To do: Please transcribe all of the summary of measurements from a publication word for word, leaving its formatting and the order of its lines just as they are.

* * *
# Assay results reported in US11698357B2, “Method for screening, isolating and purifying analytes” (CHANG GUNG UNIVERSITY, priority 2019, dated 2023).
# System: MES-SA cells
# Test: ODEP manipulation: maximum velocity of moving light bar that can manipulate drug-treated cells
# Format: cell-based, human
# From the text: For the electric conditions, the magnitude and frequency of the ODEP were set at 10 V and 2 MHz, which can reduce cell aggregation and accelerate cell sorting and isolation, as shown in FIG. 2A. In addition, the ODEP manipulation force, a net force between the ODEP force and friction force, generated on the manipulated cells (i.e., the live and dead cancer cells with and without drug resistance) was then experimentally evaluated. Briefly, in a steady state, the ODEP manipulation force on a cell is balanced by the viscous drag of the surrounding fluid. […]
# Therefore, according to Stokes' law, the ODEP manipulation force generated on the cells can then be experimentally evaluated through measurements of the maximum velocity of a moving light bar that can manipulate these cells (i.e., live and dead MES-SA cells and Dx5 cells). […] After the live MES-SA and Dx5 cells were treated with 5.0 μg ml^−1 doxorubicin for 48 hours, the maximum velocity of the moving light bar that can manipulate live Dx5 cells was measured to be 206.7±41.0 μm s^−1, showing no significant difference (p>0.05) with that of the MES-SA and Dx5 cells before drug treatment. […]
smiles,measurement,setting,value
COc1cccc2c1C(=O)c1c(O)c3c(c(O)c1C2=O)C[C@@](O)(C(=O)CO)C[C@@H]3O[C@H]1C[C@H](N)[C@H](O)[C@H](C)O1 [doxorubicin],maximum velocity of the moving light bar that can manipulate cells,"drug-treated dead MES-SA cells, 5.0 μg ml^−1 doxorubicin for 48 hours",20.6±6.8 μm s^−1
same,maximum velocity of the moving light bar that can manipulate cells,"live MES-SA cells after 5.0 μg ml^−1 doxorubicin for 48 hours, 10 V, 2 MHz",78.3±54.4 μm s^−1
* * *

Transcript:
# Assay results reported in US11698357B2, “Method for screening, isolating and purifying analytes” (CHANG GUNG UNIVERSITY, priority 2019, dated 2023).
# System: MES-SA cells
# Test: ODEP manipulation: maximum velocity of moving light bar that can manipulate drug-treated cells
# Format: cell-based, human
# From the text: For the electric conditions, the magnitude and frequency of the ODEP were set at 10 V and 2 MHz, which can reduce cell aggregation and accelerate cell sorting and isolation, as shown in FIG. 2A. In addition, the ODEP manipulation force, a net force between the ODEP force and friction force, generated on the manipulated cells (i.e., the live and dead cancer cells with and without drug resistance) was then experimentally evaluated. Briefly, in a steady state, the ODEP manipulation force on a cell is balanced by the viscous drag of the surrounding fluid. […]
# Therefore, according to Stokes' law, the ODEP manipulation force generated on the cells can then be experimentally evaluated through measurements of the maximum velocity of a moving light bar that can manipulate these cells (i.e., live and dead MES-SA cells and Dx5 cells). […] After the live MES-SA and Dx5 cells were treated with 5.0 μg ml^−1 doxorubicin for 48 hours, the maximum velocity of the moving light bar that can manipulate live Dx5 cells was measured to be 206.7±41.0 μm s^−1, showing no significant difference (p>0.05) with that of the MES-SA and Dx5 cells before drug treatment. […]
smiles,measurement,setting,value
COc1cccc2c1C(=O)c1c(O)c3c(c(O)c1C2=O)C[C@@](O)(C(=O)CO)C[C@@H]3O[C@H]1C[C@H](N)[C@H](O)[C@H](C)O1 [doxorubicin],maximum velocity of the moving light bar that can manipulate cells,"drug-treated dead MES-SA cells, 5.0 μg ml^−1 doxorubicin for 48 hours",20.6±6.8 μm s^−1
same,maximum velocity of the moving light bar that can manipulate cells,"live MES-SA cells after 5.0 μg ml^−1 doxorubicin for 48 hours, 10 V, 2 MHz",78.3±54.4 μm s^−1